Byetta (Exenatide) is an injectable subcutaneous anti-diabetic drug belonging to the class incretin mimetics, manufactured by San Diego-based Amylin Pharmaceuticals/Eli Lilly & Co. and distributed by AstraZeneca Pharmaceuticals LP. Byetta is similar to Januvia, Janumet, and Victoza. All the four drugs are classified as Incretin Mimetics and used to treat Type 2 Diabetes Mellitus. It is a glucagon-like peptide-1 (GLP-1) receptor agonist used as an adjunct to diet and exercise program, to improve the glycemic control in adult patients with Type 2 diabetes mellitus.
Bristol-Myers Squibb, one of the world's largest pharmaceutical companies, bought Byetta for an estimated $5.3 billion in 2012.
The drug was approved by the U.S. Food and Drug Administration (FDA) on April 28th, 2005. On 2nd November 2009, it was approved for the expanded use as a First-line treatment for Type 2 Diabetes. On 20th October 2011, it was approved for use with Insulin Glargine in the U.S.
In January 2012, Bydureon, a once-weekly injection was finally approved by the FDA, which was rejected twice earlier in 2010 because of heart rhythm abnormalities. (Bydureon is a longer-lasting version of Byetta.)
When Byetta was introduced in the year 2005, it was unique and different from other drugs. Hundred of patients who used it for Type-2 diabetes till now have experienced pancreatitis side effects or been diagnosed with pancreatic cancer. Some of them even have died due to the complication related to this drug. Unknown side effects of Byetta have been hidden from the public, which resulted in the filing of lawsuits against the manufacturer of this drug. Approximately 1000 cases against Byetta are currently pending trials in a federal court in California.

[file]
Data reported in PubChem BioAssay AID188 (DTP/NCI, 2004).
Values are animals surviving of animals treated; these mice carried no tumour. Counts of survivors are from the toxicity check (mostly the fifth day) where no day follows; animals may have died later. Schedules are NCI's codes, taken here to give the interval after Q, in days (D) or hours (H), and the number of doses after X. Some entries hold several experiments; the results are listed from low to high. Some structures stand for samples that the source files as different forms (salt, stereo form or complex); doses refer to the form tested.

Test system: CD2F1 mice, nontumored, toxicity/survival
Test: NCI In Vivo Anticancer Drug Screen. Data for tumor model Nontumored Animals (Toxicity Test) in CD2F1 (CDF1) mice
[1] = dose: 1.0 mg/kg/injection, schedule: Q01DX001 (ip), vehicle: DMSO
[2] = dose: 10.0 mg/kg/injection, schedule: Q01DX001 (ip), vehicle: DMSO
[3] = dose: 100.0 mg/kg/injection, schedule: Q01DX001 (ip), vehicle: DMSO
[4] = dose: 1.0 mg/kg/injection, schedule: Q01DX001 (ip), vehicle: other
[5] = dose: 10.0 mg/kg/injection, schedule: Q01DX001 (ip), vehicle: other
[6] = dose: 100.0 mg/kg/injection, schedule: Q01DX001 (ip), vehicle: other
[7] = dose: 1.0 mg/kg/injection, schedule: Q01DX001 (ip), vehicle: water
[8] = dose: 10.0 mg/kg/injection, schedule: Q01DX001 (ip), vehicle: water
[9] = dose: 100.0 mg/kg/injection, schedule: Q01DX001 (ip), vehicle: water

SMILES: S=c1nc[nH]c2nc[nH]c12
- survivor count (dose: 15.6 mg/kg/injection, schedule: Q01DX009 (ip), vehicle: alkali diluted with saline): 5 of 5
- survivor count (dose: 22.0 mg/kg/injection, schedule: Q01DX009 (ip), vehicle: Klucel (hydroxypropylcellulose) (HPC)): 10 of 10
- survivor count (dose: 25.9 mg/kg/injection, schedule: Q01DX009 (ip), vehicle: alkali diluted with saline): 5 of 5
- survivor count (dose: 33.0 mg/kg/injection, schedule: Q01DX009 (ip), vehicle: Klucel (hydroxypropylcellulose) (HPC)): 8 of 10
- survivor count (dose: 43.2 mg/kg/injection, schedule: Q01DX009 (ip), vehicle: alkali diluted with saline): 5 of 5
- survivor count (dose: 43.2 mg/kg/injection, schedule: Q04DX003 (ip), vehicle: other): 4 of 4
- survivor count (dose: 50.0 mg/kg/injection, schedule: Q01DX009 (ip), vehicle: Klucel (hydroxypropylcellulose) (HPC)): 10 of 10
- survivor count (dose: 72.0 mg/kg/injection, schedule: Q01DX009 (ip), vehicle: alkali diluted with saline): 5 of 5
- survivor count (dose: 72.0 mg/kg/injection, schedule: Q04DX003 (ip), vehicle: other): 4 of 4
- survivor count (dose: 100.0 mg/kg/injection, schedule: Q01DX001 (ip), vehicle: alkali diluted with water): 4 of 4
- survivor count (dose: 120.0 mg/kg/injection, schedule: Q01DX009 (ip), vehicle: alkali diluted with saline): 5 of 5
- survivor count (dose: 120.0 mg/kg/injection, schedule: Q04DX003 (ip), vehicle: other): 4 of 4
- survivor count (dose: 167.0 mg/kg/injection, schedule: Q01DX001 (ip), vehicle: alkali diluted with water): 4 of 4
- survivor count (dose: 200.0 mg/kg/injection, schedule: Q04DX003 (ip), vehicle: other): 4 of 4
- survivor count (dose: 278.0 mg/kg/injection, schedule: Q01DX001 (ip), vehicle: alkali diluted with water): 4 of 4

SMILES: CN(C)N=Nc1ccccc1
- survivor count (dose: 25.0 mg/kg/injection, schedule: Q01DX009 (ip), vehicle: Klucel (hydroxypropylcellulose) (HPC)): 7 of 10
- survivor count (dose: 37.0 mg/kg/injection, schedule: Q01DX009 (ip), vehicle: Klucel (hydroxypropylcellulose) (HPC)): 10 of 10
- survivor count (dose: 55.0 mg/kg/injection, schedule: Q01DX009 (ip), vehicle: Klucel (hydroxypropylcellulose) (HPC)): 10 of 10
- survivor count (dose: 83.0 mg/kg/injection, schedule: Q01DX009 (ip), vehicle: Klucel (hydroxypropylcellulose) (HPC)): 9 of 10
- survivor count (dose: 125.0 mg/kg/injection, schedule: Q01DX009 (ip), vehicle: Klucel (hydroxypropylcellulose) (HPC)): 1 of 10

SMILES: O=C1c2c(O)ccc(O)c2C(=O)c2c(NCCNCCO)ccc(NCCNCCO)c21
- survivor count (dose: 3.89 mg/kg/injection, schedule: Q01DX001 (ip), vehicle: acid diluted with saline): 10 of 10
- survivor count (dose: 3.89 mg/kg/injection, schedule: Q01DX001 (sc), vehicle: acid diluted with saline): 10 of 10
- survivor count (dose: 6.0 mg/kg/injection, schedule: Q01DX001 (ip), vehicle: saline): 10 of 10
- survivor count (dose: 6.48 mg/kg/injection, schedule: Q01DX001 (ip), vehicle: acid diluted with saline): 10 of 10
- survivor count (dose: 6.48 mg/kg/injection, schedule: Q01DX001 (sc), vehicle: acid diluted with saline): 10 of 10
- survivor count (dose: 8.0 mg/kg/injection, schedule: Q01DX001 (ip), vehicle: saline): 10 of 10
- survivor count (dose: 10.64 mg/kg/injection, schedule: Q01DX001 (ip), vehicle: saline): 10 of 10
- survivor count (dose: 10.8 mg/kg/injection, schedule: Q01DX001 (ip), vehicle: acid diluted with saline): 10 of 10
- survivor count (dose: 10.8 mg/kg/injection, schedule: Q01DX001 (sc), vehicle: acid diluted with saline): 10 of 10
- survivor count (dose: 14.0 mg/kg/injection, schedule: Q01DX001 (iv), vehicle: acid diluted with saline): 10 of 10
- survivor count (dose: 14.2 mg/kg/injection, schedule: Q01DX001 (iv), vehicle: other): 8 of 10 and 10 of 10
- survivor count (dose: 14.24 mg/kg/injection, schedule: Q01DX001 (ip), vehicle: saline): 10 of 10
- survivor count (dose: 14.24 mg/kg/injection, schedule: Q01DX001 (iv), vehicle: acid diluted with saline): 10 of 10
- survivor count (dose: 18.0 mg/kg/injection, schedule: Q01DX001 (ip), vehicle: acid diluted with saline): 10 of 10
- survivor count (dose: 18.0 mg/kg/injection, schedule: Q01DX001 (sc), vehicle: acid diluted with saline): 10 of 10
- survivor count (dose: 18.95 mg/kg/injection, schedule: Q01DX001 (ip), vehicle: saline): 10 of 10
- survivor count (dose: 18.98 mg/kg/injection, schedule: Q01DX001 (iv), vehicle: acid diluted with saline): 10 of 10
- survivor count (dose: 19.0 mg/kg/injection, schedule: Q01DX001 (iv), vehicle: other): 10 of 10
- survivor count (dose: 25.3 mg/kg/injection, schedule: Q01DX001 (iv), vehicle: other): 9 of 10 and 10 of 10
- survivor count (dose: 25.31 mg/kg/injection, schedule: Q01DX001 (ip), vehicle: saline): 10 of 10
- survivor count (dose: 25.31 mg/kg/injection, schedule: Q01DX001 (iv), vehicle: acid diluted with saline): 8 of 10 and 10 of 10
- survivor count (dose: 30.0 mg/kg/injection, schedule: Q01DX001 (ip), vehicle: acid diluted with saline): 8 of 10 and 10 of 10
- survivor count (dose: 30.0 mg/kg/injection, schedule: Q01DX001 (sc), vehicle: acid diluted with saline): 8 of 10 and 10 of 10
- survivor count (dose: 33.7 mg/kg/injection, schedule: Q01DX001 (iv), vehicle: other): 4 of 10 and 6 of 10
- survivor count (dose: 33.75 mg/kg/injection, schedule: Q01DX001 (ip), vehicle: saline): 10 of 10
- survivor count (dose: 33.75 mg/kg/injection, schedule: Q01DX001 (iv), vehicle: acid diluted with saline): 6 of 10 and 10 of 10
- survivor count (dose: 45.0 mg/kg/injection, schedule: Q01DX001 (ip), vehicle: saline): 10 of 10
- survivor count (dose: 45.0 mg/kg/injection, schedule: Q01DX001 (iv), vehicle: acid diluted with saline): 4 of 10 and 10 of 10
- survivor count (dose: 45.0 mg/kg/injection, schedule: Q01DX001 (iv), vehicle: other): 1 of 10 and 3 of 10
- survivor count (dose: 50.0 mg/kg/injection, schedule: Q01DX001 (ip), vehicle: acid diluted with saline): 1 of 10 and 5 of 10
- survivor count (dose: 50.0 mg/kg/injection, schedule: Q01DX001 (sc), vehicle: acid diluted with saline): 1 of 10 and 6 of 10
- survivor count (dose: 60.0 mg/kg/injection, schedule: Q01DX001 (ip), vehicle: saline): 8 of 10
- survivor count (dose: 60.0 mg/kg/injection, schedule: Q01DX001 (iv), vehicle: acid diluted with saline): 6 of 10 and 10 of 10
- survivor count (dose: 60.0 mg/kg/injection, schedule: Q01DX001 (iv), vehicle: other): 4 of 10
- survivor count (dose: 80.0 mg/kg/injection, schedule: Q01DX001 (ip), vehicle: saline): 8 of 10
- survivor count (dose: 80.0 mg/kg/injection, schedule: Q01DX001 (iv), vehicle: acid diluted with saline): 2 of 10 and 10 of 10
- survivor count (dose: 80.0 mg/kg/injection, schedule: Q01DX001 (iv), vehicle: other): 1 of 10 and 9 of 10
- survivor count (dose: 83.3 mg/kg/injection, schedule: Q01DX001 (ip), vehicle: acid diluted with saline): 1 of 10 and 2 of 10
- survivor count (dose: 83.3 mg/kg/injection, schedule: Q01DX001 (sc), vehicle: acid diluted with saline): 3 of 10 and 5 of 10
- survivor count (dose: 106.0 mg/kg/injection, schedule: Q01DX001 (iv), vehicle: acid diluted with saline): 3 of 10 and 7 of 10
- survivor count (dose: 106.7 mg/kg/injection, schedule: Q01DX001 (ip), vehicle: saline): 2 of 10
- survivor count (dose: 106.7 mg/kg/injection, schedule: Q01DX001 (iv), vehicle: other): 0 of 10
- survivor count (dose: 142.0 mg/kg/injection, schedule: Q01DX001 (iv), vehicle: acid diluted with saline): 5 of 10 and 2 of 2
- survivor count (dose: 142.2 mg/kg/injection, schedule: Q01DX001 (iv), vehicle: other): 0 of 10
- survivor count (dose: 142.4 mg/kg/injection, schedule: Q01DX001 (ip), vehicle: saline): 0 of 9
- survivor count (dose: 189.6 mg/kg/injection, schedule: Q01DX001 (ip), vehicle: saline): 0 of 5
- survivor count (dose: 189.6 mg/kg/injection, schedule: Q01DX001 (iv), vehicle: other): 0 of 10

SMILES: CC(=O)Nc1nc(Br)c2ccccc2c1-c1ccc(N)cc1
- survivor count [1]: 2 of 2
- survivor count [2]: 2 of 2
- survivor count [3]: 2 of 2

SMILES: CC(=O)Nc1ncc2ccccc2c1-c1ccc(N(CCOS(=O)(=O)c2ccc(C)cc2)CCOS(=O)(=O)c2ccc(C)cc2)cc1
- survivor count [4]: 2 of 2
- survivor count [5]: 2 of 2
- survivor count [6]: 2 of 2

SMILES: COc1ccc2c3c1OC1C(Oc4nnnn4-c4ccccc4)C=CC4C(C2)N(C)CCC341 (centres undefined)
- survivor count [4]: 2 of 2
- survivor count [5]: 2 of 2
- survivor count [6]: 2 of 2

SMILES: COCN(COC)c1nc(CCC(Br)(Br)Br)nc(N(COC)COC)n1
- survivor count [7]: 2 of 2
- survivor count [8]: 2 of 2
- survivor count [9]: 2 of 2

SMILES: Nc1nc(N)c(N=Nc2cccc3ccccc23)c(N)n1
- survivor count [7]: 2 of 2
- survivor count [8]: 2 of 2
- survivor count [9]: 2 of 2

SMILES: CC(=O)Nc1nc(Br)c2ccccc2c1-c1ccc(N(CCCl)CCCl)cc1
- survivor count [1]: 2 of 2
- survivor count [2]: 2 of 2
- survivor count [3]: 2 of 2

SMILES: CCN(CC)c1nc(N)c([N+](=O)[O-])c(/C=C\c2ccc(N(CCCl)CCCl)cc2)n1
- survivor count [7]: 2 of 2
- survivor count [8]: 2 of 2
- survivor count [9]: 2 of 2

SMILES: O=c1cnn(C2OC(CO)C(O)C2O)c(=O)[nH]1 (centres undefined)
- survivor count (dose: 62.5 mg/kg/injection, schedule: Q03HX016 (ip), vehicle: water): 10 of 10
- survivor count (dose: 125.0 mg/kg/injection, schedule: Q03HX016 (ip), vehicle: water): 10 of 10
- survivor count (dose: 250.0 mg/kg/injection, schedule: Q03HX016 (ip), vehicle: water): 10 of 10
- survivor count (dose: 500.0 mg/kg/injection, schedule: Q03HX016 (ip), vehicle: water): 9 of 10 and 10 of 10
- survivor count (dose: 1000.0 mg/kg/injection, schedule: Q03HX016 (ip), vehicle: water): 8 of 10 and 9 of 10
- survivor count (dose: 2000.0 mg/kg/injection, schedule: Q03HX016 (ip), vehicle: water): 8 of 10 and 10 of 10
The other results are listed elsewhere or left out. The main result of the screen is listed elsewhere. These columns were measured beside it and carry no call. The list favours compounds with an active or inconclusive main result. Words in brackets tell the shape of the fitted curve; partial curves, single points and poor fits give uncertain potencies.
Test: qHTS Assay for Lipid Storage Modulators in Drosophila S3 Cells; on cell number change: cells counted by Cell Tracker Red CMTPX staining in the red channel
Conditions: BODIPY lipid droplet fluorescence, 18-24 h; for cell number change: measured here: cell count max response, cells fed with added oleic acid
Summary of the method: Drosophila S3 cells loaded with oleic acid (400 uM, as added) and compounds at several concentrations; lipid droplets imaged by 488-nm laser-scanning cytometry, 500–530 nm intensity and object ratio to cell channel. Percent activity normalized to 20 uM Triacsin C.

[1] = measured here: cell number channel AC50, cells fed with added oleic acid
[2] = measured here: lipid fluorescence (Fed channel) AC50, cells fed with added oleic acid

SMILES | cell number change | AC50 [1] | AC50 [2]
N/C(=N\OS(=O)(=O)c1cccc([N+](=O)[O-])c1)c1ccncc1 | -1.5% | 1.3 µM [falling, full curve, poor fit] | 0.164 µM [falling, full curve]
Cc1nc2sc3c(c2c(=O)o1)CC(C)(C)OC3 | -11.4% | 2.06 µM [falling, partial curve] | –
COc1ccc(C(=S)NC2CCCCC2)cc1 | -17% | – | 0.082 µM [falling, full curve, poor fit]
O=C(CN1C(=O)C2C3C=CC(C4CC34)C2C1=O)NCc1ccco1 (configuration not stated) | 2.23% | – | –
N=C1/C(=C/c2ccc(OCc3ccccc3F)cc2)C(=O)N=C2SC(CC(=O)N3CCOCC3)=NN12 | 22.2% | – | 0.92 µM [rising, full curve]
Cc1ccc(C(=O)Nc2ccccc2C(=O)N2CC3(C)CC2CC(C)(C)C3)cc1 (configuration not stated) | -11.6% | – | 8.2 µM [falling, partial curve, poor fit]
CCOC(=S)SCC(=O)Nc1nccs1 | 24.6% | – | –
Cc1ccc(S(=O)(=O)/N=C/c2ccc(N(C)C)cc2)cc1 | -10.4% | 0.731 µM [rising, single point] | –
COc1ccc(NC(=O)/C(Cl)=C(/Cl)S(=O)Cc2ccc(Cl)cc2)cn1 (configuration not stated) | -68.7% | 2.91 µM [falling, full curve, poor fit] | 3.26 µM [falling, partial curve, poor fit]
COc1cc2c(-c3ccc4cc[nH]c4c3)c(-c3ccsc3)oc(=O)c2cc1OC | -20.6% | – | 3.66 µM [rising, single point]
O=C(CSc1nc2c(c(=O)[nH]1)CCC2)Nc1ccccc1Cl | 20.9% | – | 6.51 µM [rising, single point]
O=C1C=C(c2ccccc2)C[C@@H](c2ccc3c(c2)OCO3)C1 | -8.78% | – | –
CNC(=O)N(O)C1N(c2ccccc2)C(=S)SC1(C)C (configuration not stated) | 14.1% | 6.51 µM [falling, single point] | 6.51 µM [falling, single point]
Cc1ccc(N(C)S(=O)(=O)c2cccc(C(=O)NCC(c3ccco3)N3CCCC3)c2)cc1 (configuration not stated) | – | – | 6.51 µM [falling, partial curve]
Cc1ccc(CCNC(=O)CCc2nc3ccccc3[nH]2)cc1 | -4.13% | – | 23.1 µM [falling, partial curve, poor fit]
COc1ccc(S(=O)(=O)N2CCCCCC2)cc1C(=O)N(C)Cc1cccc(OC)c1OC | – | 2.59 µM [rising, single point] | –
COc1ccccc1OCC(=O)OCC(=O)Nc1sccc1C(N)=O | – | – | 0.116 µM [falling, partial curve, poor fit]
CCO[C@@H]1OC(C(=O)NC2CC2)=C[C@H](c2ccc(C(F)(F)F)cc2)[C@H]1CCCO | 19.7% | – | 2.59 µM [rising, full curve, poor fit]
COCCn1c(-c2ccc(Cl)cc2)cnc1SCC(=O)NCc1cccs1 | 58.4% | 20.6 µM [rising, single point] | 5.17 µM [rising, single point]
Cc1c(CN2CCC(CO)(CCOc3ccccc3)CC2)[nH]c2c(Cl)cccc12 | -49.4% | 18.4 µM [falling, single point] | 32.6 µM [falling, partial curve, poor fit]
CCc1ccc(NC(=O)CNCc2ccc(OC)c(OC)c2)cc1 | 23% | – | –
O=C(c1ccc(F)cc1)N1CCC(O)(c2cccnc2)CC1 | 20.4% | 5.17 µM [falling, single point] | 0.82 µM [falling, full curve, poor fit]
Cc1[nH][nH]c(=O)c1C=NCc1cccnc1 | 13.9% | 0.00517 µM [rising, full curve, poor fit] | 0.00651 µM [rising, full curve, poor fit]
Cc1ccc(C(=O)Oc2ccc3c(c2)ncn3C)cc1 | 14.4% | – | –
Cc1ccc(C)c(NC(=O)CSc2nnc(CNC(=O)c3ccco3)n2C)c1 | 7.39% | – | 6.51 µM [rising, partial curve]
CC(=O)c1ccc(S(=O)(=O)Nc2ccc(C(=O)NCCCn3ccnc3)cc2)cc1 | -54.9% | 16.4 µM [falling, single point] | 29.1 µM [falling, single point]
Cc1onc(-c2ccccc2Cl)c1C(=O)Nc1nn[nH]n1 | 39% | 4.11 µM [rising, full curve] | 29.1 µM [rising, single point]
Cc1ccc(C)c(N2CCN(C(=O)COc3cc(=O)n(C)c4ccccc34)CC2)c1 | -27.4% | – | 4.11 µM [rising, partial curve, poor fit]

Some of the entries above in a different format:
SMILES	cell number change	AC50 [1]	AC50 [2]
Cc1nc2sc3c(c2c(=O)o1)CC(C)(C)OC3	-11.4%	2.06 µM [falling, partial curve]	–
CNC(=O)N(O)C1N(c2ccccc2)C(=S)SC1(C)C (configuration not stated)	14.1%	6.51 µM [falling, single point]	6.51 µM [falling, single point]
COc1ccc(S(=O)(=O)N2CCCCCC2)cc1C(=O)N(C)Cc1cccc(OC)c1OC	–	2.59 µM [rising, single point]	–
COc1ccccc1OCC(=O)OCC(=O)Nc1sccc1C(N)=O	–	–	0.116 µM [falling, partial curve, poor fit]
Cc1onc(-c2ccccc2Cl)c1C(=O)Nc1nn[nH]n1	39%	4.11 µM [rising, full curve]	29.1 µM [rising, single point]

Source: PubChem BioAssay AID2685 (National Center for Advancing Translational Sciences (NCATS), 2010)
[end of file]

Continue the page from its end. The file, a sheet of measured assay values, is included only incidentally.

In the year 2005, makers of Byetta, Amylin Pharmaceuticals, and Eli Lilly and Company announced that the drug for controlling blood sugar in Type 2 diabetes was approved by FDA.
During the press release in the year 2005, the CEO of Eli Lilly and Company stated that Byetta has special content and design which can provide a new option for Type 2 diabetes patients and the launch of the drug in the market is a big milestone in itself.
Bristol-Myers Squibb and AstraZeneca were tempted to acquire Amylin Pharmaceuticals for around $7 B. AstraZeneca later purchased the diabetes division of Bristol-Myers Squibb’s that includes Byetta for more than $4 billion. By the year 2012, Byetta earned billion by its sale. Physicians and patients found this drug at that time a new weapon to fight the diabetes epidemic.
As per lawsuits filed, plaintiffs claim that manufacturers of Byetta did not perform the safety test to check the side effects of the drug, before seeking approval for its sale. Later on when makers of Byetta came to know about the shortcoming of their drug. They failed to warn about the risk to doctors as well as patients.
The German Medical Association in its study has stated that a higher rate of pancreatic cancer was observed in patients intaking Byetta. A clear linkage was shown between exenatide, an active ingredient in Byetta with the development of pancreatic cancer.
By the year 2013, dozens of pancreatic cancer lawsuits against manufacturers of Byetta were filed together in the Southern District of California as multidistrict litigation (MDL). Within two years the lawsuits in the MDL swelled into hundreds. The plaintiffs have various allegations like Byetta manufacturers did not mention the risk in their warning label, the defective design are unreasonably dangerous and most importantly the makers of this Type-2 diabetes drug allegedly kept the fact about the risk of pancreatic cancer development hidden from the public.